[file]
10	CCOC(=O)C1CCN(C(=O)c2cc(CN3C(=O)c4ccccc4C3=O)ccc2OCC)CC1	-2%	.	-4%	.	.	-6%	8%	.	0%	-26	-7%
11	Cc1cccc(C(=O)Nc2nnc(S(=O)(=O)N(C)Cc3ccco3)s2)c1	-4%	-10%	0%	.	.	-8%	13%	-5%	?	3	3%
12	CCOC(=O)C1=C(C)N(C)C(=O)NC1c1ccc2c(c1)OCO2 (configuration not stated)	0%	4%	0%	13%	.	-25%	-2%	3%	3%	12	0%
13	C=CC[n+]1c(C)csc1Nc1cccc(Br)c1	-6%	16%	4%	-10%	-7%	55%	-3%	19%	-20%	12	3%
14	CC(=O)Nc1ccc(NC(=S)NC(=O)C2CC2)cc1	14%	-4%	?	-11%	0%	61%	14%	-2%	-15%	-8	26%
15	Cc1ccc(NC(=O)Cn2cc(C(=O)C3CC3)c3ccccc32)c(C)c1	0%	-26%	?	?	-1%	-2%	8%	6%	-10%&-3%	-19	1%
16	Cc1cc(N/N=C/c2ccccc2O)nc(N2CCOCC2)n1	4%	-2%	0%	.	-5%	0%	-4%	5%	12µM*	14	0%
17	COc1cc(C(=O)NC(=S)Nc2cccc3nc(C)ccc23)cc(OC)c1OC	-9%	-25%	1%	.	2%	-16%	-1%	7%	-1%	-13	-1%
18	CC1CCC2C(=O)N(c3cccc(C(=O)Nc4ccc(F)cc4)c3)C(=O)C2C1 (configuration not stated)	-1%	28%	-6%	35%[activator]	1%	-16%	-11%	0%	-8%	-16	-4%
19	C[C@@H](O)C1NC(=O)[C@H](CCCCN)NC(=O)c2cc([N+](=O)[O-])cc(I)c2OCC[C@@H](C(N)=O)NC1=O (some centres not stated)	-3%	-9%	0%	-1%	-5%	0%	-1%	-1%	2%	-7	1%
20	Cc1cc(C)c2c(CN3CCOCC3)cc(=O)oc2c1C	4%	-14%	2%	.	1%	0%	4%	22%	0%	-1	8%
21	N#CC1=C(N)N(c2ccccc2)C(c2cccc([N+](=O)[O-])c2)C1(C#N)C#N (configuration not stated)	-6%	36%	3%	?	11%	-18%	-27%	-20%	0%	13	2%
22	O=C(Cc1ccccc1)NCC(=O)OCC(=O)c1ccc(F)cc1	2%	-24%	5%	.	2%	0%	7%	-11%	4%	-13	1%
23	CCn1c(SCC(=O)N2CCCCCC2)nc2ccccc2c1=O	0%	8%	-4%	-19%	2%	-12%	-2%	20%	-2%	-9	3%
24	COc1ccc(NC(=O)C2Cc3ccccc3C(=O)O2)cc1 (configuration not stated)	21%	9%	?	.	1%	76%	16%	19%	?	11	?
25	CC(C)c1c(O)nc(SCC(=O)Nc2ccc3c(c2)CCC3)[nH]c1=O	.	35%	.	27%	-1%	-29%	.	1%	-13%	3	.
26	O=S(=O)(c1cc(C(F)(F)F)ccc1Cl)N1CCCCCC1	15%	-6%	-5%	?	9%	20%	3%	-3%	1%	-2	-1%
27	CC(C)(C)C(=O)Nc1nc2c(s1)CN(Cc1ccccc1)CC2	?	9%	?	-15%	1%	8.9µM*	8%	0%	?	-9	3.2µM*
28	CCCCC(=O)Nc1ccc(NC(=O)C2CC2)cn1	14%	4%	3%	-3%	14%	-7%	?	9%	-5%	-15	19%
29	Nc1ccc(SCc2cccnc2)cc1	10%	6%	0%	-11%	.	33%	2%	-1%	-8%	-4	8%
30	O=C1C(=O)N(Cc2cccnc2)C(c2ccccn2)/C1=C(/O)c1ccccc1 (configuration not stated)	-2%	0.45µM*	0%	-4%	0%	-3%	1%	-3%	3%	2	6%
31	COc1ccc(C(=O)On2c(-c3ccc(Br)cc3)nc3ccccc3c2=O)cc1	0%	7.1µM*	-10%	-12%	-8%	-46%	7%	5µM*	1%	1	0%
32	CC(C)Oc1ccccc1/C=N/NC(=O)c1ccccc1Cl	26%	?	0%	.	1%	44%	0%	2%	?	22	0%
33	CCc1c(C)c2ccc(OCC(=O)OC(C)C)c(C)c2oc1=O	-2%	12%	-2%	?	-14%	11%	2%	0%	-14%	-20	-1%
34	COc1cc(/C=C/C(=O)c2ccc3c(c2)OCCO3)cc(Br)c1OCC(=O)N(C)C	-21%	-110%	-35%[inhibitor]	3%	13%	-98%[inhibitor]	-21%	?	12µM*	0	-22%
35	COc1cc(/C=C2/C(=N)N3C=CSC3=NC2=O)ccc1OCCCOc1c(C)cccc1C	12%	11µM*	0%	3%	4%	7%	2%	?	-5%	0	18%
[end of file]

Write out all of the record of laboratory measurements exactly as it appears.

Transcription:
10	CCOC(=O)C1CCN(C(=O)c2cc(CN3C(=O)c4ccccc4C3=O)ccc2OCC)CC1	-2%	.	-4%	.	.	-6%	8%	.	0%	-26	-7%
11	Cc1cccc(C(=O)Nc2nnc(S(=O)(=O)N(C)Cc3ccco3)s2)c1	-4%	-10%	0%	.	.	-8%	13%	-5%	?	3	3%
12	CCOC(=O)C1=C(C)N(C)C(=O)NC1c1ccc2c(c1)OCO2 (configuration not stated)	0%	4%	0%	13%	.	-25%	-2%	3%	3%	12	0%
13	C=CC[n+]1c(C)csc1Nc1cccc(Br)c1	-6%	16%	4%	-10%	-7%	55%	-3%	19%	-20%	12	3%
14	CC(=O)Nc1ccc(NC(=S)NC(=O)C2CC2)cc1	14%	-4%	?	-11%	0%	61%	14%	-2%	-15%	-8	26%
15	Cc1ccc(NC(=O)Cn2cc(C(=O)C3CC3)c3ccccc32)c(C)c1	0%	-26%	?	?	-1%	-2%	8%	6%	-10%&-3%	-19	1%
16	Cc1cc(N/N=C/c2ccccc2O)nc(N2CCOCC2)n1	4%	-2%	0%	.	-5%	0%	-4%	5%	12µM*	14	0%
17	COc1cc(C(=O)NC(=S)Nc2cccc3nc(C)ccc23)cc(OC)c1OC	-9%	-25%	1%	.	2%	-16%	-1%	7%	-1%	-13	-1%
18	CC1CCC2C(=O)N(c3cccc(C(=O)Nc4ccc(F)cc4)c3)C(=O)C2C1 (configuration not stated)	-1%	28%	-6%	35%[activator]	1%	-16%	-11%	0%	-8%	-16	-4%
19	C[C@@H](O)C1NC(=O)[C@H](CCCCN)NC(=O)c2cc([N+](=O)[O-])cc(I)c2OCC[C@@H](C(N)=O)NC1=O (some centres not stated)	-3%	-9%	0%	-1%	-5%	0%	-1%	-1%	2%	-7	1%
20	Cc1cc(C)c2c(CN3CCOCC3)cc(=O)oc2c1C	4%	-14%	2%	.	1%	0%	4%	22%	0%	-1	8%
21	N#CC1=C(N)N(c2ccccc2)C(c2cccc([N+](=O)[O-])c2)C1(C#N)C#N (configuration not stated)	-6%	36%	3%	?	11%	-18%	-27%	-20%	0%	13	2%
22	O=C(Cc1ccccc1)NCC(=O)OCC(=O)c1ccc(F)cc1	2%	-24%	5%	.	2%	0%	7%	-11%	4%	-13	1%
23	CCn1c(SCC(=O)N2CCCCCC2)nc2ccccc2c1=O	0%	8%	-4%	-19%	2%	-12%	-2%	20%	-2%	-9	3%
24	COc1ccc(NC(=O)C2Cc3ccccc3C(=O)O2)cc1 (configuration not stated)	21%	9%	?	.	1%	76%	16%	19%	?	11	?
25	CC(C)c1c(O)nc(SCC(=O)Nc2ccc3c(c2)CCC3)[nH]c1=O	.	35%	.	27%	-1%	-29%	.	1%	-13%	3	.
26	O=S(=O)(c1cc(C(F)(F)F)ccc1Cl)N1CCCCCC1	15%	-6%	-5%	?	9%	20%	3%	-3%	1%	-2	-1%
27	CC(C)(C)C(=O)Nc1nc2c(s1)CN(Cc1ccccc1)CC2	?	9%	?	-15%	1%	8.9µM*	8%	0%	?	-9	3.2µM*
28	CCCCC(=O)Nc1ccc(NC(=O)C2CC2)cn1	14%	4%	3%	-3%	14%	-7%	?	9%	-5%	-15	19%
29	Nc1ccc(SCc2cccnc2)cc1	10%	6%	0%	-11%	.	33%	2%	-1%	-8%	-4	8%
30	O=C1C(=O)N(Cc2cccnc2)C(c2ccccn2)/C1=C(/O)c1ccccc1 (configuration not stated)	-2%	0.45µM*	0%	-4%	0%	-3%	1%	-3%	3%	2	6%
31	COc1ccc(C(=O)On2c(-c3ccc(Br)cc3)nc3ccccc3c2=O)cc1	0%	7.1µM*	-10%	-12%	-8%	-46%	7%	5µM*	1%	1	0%
32	CC(C)Oc1ccccc1/C=N/NC(=O)c1ccccc1Cl	26%	?	0%	.	1%	44%	0%	2%	?	22	0%
33	CCc1c(C)c2ccc(OCC(=O)OC(C)C)c(C)c2oc1=O	-2%	12%	-2%	?	-14%	11%	2%	0%	-14%	-20	-1%
34	COc1cc(/C=C/C(=O)c2ccc3c(c2)OCCO3)cc(Br)c1OCC(=O)N(C)C	-21%	-110%	-35%[inhibitor]	3%	13%	-98%[inhibitor]	-21%	?	12µM*	0	-22%
35	COc1cc(/C=C2/C(=N)N3C=CSC3=NC2=O)ccc1OCCCOc1c(C)cccc1C	12%	11µM*	0%	3%	4%	7%	2%	?	-5%	0	18%